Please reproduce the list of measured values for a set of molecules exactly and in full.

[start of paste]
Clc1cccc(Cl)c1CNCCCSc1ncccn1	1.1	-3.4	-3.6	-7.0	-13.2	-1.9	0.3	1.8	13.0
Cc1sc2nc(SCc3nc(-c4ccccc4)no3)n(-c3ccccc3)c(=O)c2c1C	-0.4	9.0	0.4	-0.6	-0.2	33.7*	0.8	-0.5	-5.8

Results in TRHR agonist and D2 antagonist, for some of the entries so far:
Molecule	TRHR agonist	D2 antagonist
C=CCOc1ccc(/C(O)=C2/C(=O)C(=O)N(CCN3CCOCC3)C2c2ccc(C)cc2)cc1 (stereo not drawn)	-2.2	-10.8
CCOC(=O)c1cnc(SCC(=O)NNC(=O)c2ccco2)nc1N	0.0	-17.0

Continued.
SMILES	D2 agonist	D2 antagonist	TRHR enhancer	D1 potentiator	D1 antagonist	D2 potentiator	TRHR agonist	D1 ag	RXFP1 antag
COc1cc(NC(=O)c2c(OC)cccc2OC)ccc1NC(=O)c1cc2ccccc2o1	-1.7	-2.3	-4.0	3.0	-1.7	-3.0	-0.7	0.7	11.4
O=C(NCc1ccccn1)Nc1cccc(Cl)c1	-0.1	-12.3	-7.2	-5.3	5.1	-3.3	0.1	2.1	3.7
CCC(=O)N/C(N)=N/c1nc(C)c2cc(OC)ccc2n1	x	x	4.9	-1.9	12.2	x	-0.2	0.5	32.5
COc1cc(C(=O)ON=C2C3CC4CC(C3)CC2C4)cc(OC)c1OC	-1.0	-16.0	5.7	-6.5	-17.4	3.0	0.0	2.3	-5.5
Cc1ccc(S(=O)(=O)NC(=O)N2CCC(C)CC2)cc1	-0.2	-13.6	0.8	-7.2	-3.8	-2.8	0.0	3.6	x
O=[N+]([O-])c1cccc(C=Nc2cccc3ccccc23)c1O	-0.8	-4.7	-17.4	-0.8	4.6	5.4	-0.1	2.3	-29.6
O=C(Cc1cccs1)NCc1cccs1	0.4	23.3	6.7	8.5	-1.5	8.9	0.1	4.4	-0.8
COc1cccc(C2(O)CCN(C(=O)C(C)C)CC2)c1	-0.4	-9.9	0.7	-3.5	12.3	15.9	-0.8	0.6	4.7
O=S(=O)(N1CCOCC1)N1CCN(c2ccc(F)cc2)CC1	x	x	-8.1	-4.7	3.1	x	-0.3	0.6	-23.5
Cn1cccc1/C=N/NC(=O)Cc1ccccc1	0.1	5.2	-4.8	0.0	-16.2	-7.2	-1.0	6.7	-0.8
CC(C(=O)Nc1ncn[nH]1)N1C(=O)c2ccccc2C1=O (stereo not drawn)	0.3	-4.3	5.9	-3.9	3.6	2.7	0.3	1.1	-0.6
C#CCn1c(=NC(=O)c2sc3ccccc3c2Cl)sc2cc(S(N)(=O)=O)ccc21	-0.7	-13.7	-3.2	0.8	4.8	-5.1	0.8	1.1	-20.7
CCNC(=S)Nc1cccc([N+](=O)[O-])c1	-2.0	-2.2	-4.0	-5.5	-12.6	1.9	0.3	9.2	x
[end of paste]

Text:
Clc1cccc(Cl)c1CNCCCSc1ncccn1	1.1	-3.4	-3.6	-7.0	-13.2	-1.9	0.3	1.8	13.0
Cc1sc2nc(SCc3nc(-c4ccccc4)no3)n(-c3ccccc3)c(=O)c2c1C	-0.4	9.0	0.4	-0.6	-0.2	33.7*	0.8	-0.5	-5.8

Results in TRHR agonist and D2 antagonist, for some of the entries so far:
Molecule	TRHR agonist	D2 antagonist
C=CCOc1ccc(/C(O)=C2/C(=O)C(=O)N(CCN3CCOCC3)C2c2ccc(C)cc2)cc1 (stereo not drawn)	-2.2	-10.8
CCOC(=O)c1cnc(SCC(=O)NNC(=O)c2ccco2)nc1N	0.0	-17.0

Continued.
SMILES	D2 agonist	D2 antagonist	TRHR enhancer	D1 potentiator	D1 antagonist	D2 potentiator	TRHR agonist	D1 ag	RXFP1 antag
COc1cc(NC(=O)c2c(OC)cccc2OC)ccc1NC(=O)c1cc2ccccc2o1	-1.7	-2.3	-4.0	3.0	-1.7	-3.0	-0.7	0.7	11.4
O=C(NCc1ccccn1)Nc1cccc(Cl)c1	-0.1	-12.3	-7.2	-5.3	5.1	-3.3	0.1	2.1	3.7
CCC(=O)N/C(N)=N/c1nc(C)c2cc(OC)ccc2n1	x	x	4.9	-1.9	12.2	x	-0.2	0.5	32.5
COc1cc(C(=O)ON=C2C3CC4CC(C3)CC2C4)cc(OC)c1OC	-1.0	-16.0	5.7	-6.5	-17.4	3.0	0.0	2.3	-5.5
Cc1ccc(S(=O)(=O)NC(=O)N2CCC(C)CC2)cc1	-0.2	-13.6	0.8	-7.2	-3.8	-2.8	0.0	3.6	x
O=[N+]([O-])c1cccc(C=Nc2cccc3ccccc23)c1O	-0.8	-4.7	-17.4	-0.8	4.6	5.4	-0.1	2.3	-29.6
O=C(Cc1cccs1)NCc1cccs1	0.4	23.3	6.7	8.5	-1.5	8.9	0.1	4.4	-0.8
COc1cccc(C2(O)CCN(C(=O)C(C)C)CC2)c1	-0.4	-9.9	0.7	-3.5	12.3	15.9	-0.8	0.6	4.7
O=S(=O)(N1CCOCC1)N1CCN(c2ccc(F)cc2)CC1	x	x	-8.1	-4.7	3.1	x	-0.3	0.6	-23.5
Cn1cccc1/C=N/NC(=O)Cc1ccccc1	0.1	5.2	-4.8	0.0	-16.2	-7.2	-1.0	6.7	-0.8
CC(C(=O)Nc1ncn[nH]1)N1C(=O)c2ccccc2C1=O (stereo not drawn)	0.3	-4.3	5.9	-3.9	3.6	2.7	0.3	1.1	-0.6
C#CCn1c(=NC(=O)c2sc3ccccc3c2Cl)sc2cc(S(N)(=O)=O)ccc21	-0.7	-13.7	-3.2	0.8	4.8	-5.1	0.8	1.1	-20.7
CCNC(=S)Nc1cccc([N+](=O)[O-])c1	-2.0	-2.2	-4.0	-5.5	-12.6	1.9	0.3	9.2	x